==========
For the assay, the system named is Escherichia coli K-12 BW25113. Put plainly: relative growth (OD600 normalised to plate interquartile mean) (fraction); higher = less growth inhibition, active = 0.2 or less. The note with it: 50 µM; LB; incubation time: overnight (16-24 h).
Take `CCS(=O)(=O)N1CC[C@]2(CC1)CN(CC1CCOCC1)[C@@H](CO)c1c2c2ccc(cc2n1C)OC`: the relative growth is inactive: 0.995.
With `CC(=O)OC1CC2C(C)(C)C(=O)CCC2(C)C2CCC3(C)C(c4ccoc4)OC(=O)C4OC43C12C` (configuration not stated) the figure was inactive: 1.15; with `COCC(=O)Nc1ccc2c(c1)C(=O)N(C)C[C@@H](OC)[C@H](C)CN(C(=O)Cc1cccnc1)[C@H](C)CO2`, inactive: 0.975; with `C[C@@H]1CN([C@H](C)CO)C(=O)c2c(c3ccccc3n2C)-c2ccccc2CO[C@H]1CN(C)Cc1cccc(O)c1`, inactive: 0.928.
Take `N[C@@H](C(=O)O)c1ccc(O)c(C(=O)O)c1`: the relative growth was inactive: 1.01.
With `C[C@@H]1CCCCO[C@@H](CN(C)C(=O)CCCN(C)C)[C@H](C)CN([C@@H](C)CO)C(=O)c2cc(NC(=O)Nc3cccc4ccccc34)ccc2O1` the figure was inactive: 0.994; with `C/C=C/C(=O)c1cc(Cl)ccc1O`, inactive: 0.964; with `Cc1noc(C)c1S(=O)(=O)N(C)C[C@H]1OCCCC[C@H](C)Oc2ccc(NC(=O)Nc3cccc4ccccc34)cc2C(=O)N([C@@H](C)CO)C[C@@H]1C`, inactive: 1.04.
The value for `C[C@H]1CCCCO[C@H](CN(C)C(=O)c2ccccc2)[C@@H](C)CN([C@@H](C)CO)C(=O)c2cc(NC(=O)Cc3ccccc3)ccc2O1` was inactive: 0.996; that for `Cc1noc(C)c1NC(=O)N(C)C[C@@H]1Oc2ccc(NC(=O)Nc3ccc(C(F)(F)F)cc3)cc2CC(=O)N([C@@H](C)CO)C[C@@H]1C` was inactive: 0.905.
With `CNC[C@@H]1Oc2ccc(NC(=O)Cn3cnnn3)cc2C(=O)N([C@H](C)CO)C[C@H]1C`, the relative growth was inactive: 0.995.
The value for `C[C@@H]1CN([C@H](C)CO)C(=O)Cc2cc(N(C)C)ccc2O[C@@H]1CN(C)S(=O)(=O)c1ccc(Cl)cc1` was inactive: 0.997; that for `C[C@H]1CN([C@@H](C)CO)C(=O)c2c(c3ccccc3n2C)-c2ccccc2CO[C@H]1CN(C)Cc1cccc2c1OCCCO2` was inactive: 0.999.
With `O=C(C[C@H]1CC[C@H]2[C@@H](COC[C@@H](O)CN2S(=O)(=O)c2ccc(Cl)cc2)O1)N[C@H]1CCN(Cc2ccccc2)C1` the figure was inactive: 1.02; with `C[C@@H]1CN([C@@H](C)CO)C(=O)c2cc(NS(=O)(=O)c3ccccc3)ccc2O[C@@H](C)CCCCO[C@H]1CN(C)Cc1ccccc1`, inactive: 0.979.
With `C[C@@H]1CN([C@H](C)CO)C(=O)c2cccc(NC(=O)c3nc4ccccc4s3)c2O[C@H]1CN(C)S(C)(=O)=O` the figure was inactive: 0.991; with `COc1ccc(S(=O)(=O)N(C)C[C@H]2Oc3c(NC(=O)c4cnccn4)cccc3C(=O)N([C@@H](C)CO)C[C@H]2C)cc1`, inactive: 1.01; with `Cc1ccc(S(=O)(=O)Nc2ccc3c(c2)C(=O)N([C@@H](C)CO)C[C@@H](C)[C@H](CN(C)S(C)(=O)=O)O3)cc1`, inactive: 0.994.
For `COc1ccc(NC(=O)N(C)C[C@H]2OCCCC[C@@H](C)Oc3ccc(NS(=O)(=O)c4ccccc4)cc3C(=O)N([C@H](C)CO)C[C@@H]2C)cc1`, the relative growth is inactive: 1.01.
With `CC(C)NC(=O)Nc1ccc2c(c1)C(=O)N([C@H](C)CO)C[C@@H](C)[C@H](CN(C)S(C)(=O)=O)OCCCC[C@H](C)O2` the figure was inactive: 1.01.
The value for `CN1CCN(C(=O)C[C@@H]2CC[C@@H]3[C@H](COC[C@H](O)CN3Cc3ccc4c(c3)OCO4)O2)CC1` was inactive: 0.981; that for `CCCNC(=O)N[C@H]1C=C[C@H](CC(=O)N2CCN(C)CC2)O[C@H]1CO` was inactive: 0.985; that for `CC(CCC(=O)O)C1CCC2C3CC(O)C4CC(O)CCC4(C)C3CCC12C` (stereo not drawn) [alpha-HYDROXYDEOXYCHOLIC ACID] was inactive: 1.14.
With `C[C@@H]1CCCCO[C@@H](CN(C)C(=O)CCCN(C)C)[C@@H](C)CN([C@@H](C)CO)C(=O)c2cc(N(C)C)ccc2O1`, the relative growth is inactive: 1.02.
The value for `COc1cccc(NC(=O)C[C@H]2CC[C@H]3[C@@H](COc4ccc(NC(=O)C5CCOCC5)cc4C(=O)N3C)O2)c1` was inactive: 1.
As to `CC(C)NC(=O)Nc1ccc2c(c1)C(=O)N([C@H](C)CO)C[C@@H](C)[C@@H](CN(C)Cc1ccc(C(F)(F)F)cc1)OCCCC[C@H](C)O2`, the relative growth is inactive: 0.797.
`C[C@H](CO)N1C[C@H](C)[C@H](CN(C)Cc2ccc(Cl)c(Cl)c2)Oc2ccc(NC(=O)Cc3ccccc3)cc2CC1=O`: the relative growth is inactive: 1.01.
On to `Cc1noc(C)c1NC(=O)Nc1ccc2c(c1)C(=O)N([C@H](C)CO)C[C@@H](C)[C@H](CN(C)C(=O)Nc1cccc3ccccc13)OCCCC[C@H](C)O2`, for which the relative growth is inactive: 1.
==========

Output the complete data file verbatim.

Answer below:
For the assay, the system named is Escherichia coli K-12 BW25113. Put plainly: relative growth (OD600 normalised to plate interquartile mean) (fraction); higher = less growth inhibition, active = 0.2 or less. The note with it: 50 µM; LB; incubation time: overnight (16-24 h).
Take `CCS(=O)(=O)N1CC[C@]2(CC1)CN(CC1CCOCC1)[C@@H](CO)c1c2c2ccc(cc2n1C)OC`: the relative growth is inactive: 0.995.
With `CC(=O)OC1CC2C(C)(C)C(=O)CCC2(C)C2CCC3(C)C(c4ccoc4)OC(=O)C4OC43C12C` (configuration not stated) the figure was inactive: 1.15; with `COCC(=O)Nc1ccc2c(c1)C(=O)N(C)C[C@@H](OC)[C@H](C)CN(C(=O)Cc1cccnc1)[C@H](C)CO2`, inactive: 0.975; with `C[C@@H]1CN([C@H](C)CO)C(=O)c2c(c3ccccc3n2C)-c2ccccc2CO[C@H]1CN(C)Cc1cccc(O)c1`, inactive: 0.928.
Take `N[C@@H](C(=O)O)c1ccc(O)c(C(=O)O)c1`: the relative growth was inactive: 1.01.
With `C[C@@H]1CCCCO[C@@H](CN(C)C(=O)CCCN(C)C)[C@H](C)CN([C@@H](C)CO)C(=O)c2cc(NC(=O)Nc3cccc4ccccc34)ccc2O1` the figure was inactive: 0.994; with `C/C=C/C(=O)c1cc(Cl)ccc1O`, inactive: 0.964; with `Cc1noc(C)c1S(=O)(=O)N(C)C[C@H]1OCCCC[C@H](C)Oc2ccc(NC(=O)Nc3cccc4ccccc34)cc2C(=O)N([C@@H](C)CO)C[C@@H]1C`, inactive: 1.04.
The value for `C[C@H]1CCCCO[C@H](CN(C)C(=O)c2ccccc2)[C@@H](C)CN([C@@H](C)CO)C(=O)c2cc(NC(=O)Cc3ccccc3)ccc2O1` was inactive: 0.996; that for `Cc1noc(C)c1NC(=O)N(C)C[C@@H]1Oc2ccc(NC(=O)Nc3ccc(C(F)(F)F)cc3)cc2CC(=O)N([C@@H](C)CO)C[C@@H]1C` was inactive: 0.905.
With `CNC[C@@H]1Oc2ccc(NC(=O)Cn3cnnn3)cc2C(=O)N([C@H](C)CO)C[C@H]1C`, the relative growth was inactive: 0.995.
The value for `C[C@@H]1CN([C@H](C)CO)C(=O)Cc2cc(N(C)C)ccc2O[C@@H]1CN(C)S(=O)(=O)c1ccc(Cl)cc1` was inactive: 0.997; that for `C[C@H]1CN([C@@H](C)CO)C(=O)c2c(c3ccccc3n2C)-c2ccccc2CO[C@H]1CN(C)Cc1cccc2c1OCCCO2` was inactive: 0.999.
With `O=C(C[C@H]1CC[C@H]2[C@@H](COC[C@@H](O)CN2S(=O)(=O)c2ccc(Cl)cc2)O1)N[C@H]1CCN(Cc2ccccc2)C1` the figure was inactive: 1.02; with `C[C@@H]1CN([C@@H](C)CO)C(=O)c2cc(NS(=O)(=O)c3ccccc3)ccc2O[C@@H](C)CCCCO[C@H]1CN(C)Cc1ccccc1`, inactive: 0.979.
With `C[C@@H]1CN([C@H](C)CO)C(=O)c2cccc(NC(=O)c3nc4ccccc4s3)c2O[C@H]1CN(C)S(C)(=O)=O` the figure was inactive: 0.991; with `COc1ccc(S(=O)(=O)N(C)C[C@H]2Oc3c(NC(=O)c4cnccn4)cccc3C(=O)N([C@@H](C)CO)C[C@H]2C)cc1`, inactive: 1.01; with `Cc1ccc(S(=O)(=O)Nc2ccc3c(c2)C(=O)N([C@@H](C)CO)C[C@@H](C)[C@H](CN(C)S(C)(=O)=O)O3)cc1`, inactive: 0.994.
For `COc1ccc(NC(=O)N(C)C[C@H]2OCCCC[C@@H](C)Oc3ccc(NS(=O)(=O)c4ccccc4)cc3C(=O)N([C@H](C)CO)C[C@@H]2C)cc1`, the relative growth is inactive: 1.01.
With `CC(C)NC(=O)Nc1ccc2c(c1)C(=O)N([C@H](C)CO)C[C@@H](C)[C@H](CN(C)S(C)(=O)=O)OCCCC[C@H](C)O2` the figure was inactive: 1.01.
The value for `CN1CCN(C(=O)C[C@@H]2CC[C@@H]3[C@H](COC[C@H](O)CN3Cc3ccc4c(c3)OCO4)O2)CC1` was inactive: 0.981; that for `CCCNC(=O)N[C@H]1C=C[C@H](CC(=O)N2CCN(C)CC2)O[C@H]1CO` was inactive: 0.985; that for `CC(CCC(=O)O)C1CCC2C3CC(O)C4CC(O)CCC4(C)C3CCC12C` (stereo not drawn) [alpha-HYDROXYDEOXYCHOLIC ACID] was inactive: 1.14.
With `C[C@@H]1CCCCO[C@@H](CN(C)C(=O)CCCN(C)C)[C@@H](C)CN([C@@H](C)CO)C(=O)c2cc(N(C)C)ccc2O1`, the relative growth is inactive: 1.02.
The value for `COc1cccc(NC(=O)C[C@H]2CC[C@H]3[C@@H](COc4ccc(NC(=O)C5CCOCC5)cc4C(=O)N3C)O2)c1` was inactive: 1.
As to `CC(C)NC(=O)Nc1ccc2c(c1)C(=O)N([C@H](C)CO)C[C@@H](C)[C@@H](CN(C)Cc1ccc(C(F)(F)F)cc1)OCCCC[C@H](C)O2`, the relative growth is inactive: 0.797.
`C[C@H](CO)N1C[C@H](C)[C@H](CN(C)Cc2ccc(Cl)c(Cl)c2)Oc2ccc(NC(=O)Cc3ccccc3)cc2CC1=O`: the relative growth is inactive: 1.01.
On to `Cc1noc(C)c1NC(=O)Nc1ccc2c(c1)C(=O)N([C@H](C)CO)C[C@@H](C)[C@H](CN(C)C(=O)Nc1cccc3ccccc13)OCCCC[C@H](C)O2`, for which the relative growth is inactive: 1.